Sentencing Decisions for White and American-Indian DUI and Robbery Offenders in Alaska

Andre Rosay, University of Alaska Anchorage
Daniel J. O'Connell, University of Delaware
Ronet Bachman, University of Delaware

ABSTRACT
This study examined gender-specific models of DUI and robbery sentences that White and American-Indian offenders received in Alaska in 1998. We first considered whether the sentencing decision must be modeled as a two-step process consisting of two separate decisions. While several investigators have modeled the in/out and term-length decisions as separate processes, none have statistically examined the necessity to do so. By using models developed by Cragg (1971), our results unequivocally showed that the factors associated with the in/out decision were significantly different than those associated with the term-length decision. We then examined each decision separately using probit and truncated regression models and simultaneously using models developed by Heckman (1979). In addition, we examined Heckman models developed with and without exclusion restrictions and compared our results. Results indicated that both race and gender affected the imposition of sentences and fines for DUI offenders. Our results for robbery sentences will also be presented.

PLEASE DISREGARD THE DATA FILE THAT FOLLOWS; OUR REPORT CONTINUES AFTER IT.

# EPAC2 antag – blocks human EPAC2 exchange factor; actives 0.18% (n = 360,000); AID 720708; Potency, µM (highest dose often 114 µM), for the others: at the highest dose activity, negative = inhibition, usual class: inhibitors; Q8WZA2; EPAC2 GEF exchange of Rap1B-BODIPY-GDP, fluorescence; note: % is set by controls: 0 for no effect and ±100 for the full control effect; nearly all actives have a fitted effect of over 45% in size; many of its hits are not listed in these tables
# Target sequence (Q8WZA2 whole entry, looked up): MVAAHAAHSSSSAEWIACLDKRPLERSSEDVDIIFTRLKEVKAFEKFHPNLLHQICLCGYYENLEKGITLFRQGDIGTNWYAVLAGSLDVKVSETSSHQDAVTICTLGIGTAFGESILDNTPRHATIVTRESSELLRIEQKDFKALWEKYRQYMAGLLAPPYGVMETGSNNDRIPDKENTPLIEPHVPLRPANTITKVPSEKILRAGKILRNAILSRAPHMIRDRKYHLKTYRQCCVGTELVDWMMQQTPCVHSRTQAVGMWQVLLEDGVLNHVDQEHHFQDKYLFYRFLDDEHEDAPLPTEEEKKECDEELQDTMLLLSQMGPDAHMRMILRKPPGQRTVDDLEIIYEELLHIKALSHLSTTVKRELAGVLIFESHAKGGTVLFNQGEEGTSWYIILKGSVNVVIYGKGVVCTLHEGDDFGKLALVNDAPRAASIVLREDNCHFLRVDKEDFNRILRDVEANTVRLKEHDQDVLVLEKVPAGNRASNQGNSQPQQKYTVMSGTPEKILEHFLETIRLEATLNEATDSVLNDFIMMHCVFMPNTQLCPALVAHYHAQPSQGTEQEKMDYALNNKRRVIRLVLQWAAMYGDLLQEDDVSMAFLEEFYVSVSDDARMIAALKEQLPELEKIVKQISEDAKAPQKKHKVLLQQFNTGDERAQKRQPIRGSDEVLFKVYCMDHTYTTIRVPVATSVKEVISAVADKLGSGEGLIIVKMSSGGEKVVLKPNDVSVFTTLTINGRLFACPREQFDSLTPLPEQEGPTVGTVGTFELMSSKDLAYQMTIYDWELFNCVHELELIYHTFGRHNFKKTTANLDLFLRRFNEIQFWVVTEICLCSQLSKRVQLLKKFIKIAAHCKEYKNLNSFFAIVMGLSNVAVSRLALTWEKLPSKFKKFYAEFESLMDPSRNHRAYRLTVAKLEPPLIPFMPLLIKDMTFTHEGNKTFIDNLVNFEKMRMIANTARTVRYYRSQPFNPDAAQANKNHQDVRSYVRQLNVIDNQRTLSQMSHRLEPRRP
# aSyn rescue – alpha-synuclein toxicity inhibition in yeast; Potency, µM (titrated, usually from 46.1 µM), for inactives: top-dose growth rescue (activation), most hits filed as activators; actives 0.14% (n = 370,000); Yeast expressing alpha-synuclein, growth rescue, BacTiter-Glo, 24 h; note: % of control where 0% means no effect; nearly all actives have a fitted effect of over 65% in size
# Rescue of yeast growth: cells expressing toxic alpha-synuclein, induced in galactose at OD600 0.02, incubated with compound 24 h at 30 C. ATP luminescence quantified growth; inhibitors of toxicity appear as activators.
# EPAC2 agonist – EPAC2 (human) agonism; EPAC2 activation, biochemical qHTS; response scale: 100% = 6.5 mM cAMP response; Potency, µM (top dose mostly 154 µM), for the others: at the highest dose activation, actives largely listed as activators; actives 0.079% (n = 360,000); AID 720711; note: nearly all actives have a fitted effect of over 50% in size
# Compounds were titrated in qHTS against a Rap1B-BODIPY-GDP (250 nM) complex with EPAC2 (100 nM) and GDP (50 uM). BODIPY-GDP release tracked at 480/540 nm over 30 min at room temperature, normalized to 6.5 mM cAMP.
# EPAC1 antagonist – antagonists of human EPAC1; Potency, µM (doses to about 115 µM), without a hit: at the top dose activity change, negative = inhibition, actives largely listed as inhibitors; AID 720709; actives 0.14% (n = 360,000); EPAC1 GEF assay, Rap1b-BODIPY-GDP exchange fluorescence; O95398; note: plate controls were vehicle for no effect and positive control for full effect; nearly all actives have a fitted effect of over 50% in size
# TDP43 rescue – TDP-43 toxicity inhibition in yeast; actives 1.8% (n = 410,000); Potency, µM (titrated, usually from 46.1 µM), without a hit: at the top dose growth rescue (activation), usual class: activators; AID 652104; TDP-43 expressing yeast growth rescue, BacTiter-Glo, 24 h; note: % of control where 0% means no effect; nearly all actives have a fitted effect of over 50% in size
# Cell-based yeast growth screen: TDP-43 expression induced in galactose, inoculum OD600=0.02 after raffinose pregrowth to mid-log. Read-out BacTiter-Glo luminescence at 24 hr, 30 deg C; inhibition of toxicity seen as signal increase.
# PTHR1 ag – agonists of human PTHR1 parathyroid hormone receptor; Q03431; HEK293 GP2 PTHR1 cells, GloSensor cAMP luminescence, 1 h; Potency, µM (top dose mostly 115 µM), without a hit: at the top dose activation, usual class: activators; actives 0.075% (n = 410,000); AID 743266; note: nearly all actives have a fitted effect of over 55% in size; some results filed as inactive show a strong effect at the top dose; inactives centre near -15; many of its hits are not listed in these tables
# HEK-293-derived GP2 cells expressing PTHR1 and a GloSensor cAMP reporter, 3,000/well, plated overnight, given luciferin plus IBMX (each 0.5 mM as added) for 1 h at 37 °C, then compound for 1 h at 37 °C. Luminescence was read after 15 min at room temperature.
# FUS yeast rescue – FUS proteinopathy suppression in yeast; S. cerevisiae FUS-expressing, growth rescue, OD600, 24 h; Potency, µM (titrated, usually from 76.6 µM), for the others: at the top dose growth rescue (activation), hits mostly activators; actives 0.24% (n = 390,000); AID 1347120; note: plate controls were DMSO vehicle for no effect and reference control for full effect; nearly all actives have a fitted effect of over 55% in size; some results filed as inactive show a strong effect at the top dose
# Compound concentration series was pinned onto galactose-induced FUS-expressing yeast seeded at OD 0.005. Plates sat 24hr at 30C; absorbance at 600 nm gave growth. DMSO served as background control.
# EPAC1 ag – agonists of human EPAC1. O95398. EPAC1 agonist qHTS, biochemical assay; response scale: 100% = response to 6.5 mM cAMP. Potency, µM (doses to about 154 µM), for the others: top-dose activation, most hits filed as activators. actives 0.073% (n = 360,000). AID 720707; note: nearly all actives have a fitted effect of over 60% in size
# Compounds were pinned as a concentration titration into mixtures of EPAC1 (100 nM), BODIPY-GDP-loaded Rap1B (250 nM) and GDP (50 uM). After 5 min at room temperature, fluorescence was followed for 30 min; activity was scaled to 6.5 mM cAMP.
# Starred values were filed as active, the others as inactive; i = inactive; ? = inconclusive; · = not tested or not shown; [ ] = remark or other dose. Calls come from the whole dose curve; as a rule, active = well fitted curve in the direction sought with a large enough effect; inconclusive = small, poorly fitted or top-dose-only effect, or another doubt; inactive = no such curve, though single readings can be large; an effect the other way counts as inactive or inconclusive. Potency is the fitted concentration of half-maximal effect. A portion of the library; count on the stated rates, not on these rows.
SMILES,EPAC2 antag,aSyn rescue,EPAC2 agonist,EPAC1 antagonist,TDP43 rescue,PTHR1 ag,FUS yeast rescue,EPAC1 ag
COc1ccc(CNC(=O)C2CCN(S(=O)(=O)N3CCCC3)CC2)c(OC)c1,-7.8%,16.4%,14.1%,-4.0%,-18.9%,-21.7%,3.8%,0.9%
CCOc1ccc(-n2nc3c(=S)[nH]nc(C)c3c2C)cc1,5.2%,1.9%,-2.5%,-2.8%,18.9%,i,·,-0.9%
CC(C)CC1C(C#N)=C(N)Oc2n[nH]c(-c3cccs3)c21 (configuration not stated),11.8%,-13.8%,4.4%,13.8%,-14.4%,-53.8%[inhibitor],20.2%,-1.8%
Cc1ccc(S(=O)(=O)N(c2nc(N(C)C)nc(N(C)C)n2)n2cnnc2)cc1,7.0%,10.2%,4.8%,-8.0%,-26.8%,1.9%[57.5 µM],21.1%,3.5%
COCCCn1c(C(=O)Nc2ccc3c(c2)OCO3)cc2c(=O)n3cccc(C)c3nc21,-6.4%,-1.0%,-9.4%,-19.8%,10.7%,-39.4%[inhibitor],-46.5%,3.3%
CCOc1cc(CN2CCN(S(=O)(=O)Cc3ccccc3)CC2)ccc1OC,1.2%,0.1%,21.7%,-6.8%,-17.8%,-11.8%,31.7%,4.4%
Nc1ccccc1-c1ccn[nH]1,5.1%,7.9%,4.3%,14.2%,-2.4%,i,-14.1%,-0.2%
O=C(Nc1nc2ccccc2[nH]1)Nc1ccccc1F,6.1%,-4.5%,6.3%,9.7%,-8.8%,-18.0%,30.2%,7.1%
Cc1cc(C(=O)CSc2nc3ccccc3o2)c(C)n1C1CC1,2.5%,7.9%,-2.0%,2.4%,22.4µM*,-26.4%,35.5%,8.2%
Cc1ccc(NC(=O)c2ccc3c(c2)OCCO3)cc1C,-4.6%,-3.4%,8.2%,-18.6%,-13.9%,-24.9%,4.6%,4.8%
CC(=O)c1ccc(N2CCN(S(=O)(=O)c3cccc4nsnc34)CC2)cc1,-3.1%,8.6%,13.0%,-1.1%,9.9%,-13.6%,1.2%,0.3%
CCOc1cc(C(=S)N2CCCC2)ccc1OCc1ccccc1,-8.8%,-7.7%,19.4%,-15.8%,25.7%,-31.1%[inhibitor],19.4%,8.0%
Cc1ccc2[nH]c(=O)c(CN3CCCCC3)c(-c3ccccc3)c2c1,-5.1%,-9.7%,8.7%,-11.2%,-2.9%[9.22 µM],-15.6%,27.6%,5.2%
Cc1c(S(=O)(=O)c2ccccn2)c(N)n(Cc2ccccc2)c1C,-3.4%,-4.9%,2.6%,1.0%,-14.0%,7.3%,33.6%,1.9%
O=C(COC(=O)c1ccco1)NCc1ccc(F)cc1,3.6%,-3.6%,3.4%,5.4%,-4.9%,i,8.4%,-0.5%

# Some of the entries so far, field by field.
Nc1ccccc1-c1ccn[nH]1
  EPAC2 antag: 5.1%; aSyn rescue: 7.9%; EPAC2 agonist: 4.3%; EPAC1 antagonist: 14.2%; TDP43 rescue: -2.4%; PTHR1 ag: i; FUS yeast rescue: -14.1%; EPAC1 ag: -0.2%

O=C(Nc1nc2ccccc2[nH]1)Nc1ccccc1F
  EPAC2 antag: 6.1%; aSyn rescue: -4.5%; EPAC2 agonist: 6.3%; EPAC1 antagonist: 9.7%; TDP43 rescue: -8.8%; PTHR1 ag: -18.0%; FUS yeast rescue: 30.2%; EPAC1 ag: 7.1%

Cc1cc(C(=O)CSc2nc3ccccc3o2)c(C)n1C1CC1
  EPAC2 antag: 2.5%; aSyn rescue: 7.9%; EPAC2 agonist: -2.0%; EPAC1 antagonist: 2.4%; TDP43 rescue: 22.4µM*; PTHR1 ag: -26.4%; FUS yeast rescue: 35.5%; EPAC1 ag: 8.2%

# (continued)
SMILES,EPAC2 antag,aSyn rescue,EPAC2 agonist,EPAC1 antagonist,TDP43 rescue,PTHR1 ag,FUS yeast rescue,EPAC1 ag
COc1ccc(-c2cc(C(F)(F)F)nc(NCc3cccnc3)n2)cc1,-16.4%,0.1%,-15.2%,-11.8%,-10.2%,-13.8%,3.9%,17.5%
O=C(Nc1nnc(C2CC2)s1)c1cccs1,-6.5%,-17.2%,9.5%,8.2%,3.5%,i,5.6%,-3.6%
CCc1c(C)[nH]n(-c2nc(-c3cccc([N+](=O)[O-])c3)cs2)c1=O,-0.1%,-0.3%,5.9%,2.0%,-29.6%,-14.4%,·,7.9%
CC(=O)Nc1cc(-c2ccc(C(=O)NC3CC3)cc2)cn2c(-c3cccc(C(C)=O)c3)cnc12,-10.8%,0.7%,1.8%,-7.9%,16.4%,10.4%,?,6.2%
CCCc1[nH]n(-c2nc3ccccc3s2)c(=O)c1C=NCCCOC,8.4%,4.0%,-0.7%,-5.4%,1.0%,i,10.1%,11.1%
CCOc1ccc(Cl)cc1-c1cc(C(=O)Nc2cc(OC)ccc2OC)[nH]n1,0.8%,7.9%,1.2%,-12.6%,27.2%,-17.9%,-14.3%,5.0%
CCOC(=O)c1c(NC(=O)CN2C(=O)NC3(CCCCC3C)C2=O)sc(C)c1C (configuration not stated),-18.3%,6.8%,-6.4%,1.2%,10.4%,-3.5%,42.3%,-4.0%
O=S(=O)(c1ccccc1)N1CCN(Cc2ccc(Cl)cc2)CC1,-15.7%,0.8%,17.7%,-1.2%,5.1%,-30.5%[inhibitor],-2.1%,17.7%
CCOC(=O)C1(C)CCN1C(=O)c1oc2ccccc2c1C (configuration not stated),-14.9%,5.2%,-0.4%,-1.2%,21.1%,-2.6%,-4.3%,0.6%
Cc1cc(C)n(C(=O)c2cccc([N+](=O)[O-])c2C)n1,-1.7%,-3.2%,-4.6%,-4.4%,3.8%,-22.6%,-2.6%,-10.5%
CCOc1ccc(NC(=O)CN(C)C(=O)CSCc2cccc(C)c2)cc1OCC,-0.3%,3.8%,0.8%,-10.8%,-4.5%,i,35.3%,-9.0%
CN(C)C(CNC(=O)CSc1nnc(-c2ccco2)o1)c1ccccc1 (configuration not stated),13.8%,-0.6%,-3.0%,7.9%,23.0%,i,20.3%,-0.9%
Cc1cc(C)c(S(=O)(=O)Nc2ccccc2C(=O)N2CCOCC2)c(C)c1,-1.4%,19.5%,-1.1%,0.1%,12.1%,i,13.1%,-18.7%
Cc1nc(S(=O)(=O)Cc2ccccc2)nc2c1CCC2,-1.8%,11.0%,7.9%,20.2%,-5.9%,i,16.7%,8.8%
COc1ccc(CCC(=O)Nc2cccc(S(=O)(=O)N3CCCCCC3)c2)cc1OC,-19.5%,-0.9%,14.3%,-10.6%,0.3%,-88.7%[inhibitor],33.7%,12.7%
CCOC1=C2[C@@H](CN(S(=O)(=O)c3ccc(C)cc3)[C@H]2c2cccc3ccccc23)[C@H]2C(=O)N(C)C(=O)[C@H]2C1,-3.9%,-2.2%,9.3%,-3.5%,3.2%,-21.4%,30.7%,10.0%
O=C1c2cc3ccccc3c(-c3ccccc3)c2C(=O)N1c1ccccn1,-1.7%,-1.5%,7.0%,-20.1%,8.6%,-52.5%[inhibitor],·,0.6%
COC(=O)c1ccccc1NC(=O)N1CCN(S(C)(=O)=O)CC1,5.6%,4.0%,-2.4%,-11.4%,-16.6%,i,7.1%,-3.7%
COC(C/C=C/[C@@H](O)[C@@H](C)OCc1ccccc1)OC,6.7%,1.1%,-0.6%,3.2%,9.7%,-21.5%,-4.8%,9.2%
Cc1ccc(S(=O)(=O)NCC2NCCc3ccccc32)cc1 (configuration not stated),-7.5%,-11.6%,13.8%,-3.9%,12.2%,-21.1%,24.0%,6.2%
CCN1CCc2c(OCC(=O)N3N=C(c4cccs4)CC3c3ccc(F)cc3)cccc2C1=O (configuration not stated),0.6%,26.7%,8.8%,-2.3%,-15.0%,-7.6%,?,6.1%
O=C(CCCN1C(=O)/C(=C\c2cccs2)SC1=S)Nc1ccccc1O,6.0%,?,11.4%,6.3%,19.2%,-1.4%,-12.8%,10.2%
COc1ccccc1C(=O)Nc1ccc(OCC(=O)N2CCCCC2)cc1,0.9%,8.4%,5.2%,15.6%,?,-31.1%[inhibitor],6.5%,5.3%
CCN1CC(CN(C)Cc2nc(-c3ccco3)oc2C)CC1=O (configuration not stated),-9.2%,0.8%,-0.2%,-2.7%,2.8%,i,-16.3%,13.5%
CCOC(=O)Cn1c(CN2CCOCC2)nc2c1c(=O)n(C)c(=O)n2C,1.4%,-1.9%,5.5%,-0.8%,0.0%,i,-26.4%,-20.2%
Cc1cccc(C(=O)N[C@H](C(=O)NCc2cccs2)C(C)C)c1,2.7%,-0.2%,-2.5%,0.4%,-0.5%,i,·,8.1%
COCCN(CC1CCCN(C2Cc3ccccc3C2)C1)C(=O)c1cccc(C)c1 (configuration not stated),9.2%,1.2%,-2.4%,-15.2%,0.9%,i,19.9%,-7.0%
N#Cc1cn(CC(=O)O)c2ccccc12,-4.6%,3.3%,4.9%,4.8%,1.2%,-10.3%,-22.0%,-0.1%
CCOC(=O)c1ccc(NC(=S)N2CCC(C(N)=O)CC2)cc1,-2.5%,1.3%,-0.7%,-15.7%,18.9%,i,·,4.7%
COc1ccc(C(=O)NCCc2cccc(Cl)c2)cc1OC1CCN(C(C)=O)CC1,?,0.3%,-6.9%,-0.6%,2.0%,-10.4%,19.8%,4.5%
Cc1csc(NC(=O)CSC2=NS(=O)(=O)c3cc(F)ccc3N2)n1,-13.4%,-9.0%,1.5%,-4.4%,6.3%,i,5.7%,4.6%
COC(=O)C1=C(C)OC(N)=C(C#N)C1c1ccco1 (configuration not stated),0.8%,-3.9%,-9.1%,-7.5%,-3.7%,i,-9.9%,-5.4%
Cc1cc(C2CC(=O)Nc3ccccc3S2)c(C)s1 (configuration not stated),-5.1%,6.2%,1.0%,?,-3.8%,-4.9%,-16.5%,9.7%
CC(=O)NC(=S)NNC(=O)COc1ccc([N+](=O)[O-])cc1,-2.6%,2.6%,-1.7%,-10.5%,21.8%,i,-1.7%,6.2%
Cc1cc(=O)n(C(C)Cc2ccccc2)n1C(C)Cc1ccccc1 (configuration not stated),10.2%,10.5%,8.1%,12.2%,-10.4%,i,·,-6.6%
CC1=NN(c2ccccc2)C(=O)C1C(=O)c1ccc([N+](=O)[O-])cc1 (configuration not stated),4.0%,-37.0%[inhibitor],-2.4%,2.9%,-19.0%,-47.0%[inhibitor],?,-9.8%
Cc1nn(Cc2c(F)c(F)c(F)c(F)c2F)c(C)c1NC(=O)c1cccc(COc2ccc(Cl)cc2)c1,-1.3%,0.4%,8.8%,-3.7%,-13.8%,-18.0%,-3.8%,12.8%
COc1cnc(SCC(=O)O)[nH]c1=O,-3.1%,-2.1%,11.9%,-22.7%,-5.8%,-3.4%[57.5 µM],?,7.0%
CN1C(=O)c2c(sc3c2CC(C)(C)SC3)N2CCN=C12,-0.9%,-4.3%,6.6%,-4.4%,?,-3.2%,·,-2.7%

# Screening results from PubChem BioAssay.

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Updated 05/20/2006